Wednesday, November 28, 2012

Colfax Corridor Connections Seeking Public Input

After introducing Colfax Corridor Connections in September 2012, the project team gathered community input throughout the fall to help inform the transit and mobility study. Technically known as Public Scoping, this phase defined the study and sought input on the challenges and opportunities for improving transportation in the East Colfax corridor.

"Community engagement is essential to the success of this study," said Terry Ruiter, Colfax Corridor Connections Project Manager with Denver Public Works. "Public workshops will be held during each of the four project phases. These meetings will provide details and seek input on the alternatives being evaluated to improve mobility, accessibility and livability for transit users, pedestrians, bicyclists and drivers."

To kick off the study, the Colfax Corridor Connections team conducted extensive community outreach and collected input that will shape the study's focus and inform its decisions. Public workshops were held on October 1st and 4th, 2012, in both Denver and Aurora with nearly 100 participants providing more than 125 comments over the course of two evenings.

Some common themes identified by the public at the initial meetings were:

  • The East Colfax corridor is increasingly congested for all modes and this project is needed.
  • Transit stations and vehicles should be safe, clean, comfortable and easy to access.
  • Although the study area is an urban environment, the study should consider environmental factors, such as trees, water and air quality.
  • Many related projects and studies have been conducted in the area and Colfax Corridor Connections should consider and build off of them.
  • It is important to maintain the unique character of Colfax and consider how transit users, pedestrians, bicyclists and drivers access the corridor and move within it.
Denver Public Works, in coordination with the Regional Transportation District, the Denver Regional Council of Governments, the Federal Transit Administration and the City of Aurora, has now begun the preliminary analysis of transportation alternatives for the corridor. The initial findings will be presented at public workshops in early 2013.

Between now and next fall, increasingly detailed evaluations of alternatives -- including public input as one of many criteria considered -- will be used to identify and recommend one or more solutions that best meet the mobility needs of the corridor with the least environmental impact. By identifying solutions now, the City and its partners will be able to make informed decisions that work toward a broad, cohesive and sustainable plan for the future.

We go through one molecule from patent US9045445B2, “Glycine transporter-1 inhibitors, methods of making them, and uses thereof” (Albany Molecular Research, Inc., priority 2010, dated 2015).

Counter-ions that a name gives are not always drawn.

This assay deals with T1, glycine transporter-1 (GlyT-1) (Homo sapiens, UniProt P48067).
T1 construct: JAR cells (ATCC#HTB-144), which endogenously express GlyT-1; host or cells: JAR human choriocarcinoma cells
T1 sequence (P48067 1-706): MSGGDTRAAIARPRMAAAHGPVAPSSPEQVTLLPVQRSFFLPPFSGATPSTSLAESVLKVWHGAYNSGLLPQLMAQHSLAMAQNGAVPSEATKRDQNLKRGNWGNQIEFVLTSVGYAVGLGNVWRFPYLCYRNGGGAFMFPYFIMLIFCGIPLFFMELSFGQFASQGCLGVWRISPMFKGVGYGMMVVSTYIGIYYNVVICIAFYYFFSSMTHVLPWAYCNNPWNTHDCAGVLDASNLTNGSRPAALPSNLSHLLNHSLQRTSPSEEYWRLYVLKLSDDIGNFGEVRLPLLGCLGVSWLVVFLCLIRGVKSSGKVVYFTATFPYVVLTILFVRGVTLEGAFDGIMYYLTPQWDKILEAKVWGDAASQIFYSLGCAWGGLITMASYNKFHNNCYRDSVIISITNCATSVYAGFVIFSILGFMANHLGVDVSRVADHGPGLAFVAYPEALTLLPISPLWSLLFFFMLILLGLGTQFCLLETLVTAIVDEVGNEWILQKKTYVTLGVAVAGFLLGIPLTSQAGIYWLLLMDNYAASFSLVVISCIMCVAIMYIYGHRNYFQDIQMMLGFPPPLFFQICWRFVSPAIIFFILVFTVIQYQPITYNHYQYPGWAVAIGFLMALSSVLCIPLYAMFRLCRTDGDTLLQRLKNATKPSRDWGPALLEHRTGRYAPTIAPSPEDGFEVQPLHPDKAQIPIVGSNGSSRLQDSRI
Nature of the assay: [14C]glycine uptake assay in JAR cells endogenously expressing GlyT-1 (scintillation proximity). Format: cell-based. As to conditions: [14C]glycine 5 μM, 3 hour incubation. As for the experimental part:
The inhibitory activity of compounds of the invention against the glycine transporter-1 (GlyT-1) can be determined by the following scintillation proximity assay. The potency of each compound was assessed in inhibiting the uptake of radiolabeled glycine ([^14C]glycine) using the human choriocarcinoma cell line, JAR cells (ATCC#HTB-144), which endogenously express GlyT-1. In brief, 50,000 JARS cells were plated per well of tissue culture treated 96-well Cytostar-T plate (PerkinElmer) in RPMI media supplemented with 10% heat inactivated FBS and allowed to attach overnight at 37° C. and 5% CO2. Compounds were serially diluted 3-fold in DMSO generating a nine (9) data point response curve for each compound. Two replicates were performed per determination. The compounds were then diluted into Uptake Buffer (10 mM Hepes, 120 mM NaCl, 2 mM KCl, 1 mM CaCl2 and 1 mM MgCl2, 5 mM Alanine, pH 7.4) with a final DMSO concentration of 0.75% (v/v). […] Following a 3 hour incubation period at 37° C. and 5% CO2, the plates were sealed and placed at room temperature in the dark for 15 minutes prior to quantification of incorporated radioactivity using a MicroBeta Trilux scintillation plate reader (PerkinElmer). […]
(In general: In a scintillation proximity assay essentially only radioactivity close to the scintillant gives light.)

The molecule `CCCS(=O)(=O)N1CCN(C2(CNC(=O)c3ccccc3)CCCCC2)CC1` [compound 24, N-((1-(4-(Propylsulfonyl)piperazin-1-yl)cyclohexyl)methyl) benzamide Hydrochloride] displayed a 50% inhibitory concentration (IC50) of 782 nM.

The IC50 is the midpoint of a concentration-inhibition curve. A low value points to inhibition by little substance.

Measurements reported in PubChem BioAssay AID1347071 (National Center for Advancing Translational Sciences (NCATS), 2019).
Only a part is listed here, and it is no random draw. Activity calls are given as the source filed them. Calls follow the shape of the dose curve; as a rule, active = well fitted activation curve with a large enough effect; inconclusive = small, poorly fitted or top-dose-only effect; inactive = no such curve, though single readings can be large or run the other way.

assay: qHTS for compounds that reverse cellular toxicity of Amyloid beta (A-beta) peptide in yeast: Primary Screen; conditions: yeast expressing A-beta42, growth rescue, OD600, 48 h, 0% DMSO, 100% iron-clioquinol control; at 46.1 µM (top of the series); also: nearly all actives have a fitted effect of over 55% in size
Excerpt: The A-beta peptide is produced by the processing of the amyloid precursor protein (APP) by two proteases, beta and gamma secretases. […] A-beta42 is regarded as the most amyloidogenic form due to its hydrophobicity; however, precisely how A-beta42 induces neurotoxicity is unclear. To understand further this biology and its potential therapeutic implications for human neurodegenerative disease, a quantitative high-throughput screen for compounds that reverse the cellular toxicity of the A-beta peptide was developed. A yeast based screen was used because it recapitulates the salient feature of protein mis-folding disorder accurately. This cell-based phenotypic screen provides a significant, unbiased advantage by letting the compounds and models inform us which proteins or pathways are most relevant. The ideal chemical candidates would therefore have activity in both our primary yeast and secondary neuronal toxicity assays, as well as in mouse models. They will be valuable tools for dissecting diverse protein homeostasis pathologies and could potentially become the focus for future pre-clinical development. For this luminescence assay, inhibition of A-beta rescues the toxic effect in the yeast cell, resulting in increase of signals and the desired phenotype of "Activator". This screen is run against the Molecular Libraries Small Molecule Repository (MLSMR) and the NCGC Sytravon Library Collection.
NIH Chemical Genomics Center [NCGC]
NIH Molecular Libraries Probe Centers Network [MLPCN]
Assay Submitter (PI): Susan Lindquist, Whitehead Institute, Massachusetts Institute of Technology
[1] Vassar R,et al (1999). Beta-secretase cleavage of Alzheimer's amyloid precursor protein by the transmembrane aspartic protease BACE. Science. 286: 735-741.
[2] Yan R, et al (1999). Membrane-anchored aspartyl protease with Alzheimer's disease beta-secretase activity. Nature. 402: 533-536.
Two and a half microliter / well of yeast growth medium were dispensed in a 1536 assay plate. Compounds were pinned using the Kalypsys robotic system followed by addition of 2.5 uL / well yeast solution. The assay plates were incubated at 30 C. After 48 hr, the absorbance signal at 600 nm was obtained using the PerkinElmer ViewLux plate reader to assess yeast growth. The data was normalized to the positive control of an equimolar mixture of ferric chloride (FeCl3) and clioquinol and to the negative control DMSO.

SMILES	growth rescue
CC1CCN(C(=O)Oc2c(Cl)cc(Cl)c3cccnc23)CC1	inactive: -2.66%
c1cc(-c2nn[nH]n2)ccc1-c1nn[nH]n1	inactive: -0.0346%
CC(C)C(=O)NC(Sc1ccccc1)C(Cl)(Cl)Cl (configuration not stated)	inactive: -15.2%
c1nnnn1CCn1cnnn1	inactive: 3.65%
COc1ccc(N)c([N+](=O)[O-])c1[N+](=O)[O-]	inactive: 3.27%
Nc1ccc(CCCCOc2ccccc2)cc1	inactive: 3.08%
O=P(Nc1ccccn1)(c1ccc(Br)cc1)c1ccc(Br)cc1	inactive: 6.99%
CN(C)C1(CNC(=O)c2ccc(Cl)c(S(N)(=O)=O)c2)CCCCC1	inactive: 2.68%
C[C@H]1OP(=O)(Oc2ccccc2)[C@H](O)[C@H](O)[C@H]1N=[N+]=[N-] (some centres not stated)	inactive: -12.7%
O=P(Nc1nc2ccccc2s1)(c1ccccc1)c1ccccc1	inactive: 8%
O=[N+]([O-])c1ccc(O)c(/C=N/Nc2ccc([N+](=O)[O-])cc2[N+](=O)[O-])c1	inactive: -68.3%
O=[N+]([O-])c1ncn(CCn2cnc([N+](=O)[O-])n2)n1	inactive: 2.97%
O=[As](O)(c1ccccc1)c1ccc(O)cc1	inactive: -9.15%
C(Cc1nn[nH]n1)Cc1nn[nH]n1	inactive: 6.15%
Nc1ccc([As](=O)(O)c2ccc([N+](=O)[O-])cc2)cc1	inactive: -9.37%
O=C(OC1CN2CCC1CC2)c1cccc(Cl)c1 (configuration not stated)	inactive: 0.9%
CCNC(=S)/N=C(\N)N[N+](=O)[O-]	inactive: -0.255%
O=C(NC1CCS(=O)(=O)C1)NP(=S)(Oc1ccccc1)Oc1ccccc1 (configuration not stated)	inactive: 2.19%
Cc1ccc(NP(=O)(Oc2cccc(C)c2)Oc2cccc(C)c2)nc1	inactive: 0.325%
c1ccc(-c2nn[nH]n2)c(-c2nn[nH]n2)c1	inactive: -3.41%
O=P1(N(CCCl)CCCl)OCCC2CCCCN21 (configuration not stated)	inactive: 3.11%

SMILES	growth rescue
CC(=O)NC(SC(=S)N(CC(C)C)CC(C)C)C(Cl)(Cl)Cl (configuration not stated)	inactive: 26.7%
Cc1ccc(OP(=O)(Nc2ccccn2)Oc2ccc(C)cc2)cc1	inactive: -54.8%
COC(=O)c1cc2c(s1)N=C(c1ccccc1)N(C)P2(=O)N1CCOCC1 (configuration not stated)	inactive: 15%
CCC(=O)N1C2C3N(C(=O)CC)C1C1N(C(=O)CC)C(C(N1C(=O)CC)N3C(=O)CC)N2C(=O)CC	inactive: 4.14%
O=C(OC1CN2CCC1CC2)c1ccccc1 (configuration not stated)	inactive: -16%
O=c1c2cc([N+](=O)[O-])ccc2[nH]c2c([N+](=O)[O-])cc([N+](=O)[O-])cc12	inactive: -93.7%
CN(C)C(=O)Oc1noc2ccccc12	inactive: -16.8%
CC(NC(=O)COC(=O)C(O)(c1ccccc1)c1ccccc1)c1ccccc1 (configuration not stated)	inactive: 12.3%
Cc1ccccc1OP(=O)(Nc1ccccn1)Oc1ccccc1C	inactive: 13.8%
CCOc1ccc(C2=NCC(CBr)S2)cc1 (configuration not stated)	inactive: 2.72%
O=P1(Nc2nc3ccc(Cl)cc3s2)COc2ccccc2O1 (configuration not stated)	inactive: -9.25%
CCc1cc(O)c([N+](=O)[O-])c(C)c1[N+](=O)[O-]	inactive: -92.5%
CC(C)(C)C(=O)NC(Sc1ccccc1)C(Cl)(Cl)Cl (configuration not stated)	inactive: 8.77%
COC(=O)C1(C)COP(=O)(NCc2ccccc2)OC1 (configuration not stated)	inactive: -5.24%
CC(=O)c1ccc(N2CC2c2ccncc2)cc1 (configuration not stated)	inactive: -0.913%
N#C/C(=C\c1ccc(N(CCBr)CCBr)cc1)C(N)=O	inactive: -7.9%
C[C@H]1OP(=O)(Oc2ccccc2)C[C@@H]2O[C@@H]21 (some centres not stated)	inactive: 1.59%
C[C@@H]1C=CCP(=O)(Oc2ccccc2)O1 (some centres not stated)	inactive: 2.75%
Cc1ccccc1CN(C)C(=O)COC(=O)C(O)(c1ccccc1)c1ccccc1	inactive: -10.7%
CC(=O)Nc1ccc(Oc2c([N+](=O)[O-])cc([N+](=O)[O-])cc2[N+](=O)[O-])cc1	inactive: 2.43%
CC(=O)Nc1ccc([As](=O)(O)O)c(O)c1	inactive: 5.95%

Ask Terry: Q&A with Colfax Corridor Connections Project Manager Terry Ruiter

Question: What transportation alternatives are being considered?
Answer: Colfax Corridor Connections is evaluating many transit and multi-modal alternatives. Potential options include revised operations of existing transit routes, use of larger buses, bus rapid transit (BRT), transit-only lanes, streetcar service, light rail, bicycle and pedestrian improvements and more. Combinations of options will also be used to create alternatives, such as enhanced bus service with pedestrian and bicycle improvements.

Q: What factors are taken into consideration when evaluating alternatives?
Answer: The study's multi-level screening process considers more factors and more detail in each phase of evaluation. The current, preliminary screening phase, conducts a pass/fail analysis to identify solutions with no reasonable chance for implementation. Those that have a "fatal flaw" -- because of cost, irresolvable impacts or technical challenges -- are eliminated from further consideration. During the more detailed levels of evaluation, in-depth quantitative analyses are applied, such as community and environmental impacts, cost-effectiveness, projected ridership, local land-use plans and how the alternatives would improve mobility in the corridor. Public support is another important evaluation criteria considered in the evaluation of alternatives.

Q: Will there be construction? When will it start?
Answer: Not yet. Colfax Corridor Connections will identify an action or set of actions that can be taken to meet transit demand and improve mobility in the East Colfax corridor. This action, or set of actions, would become part of a long-term, cohesive and sustainable transportation plan and implemented as funding becomes available.

Q: What is the best way for me to get involved in this study?
Answer: Public input is vital to making decisions that are in the best overall interest of the communities within the East Colfax corridor. Public workshops will be held during each of the four project phases, with the next meetings tentatively scheduled for early 2013. To get involved and receive project updates, visit, email the project team at or call the project hotline at (303) 223-6595.

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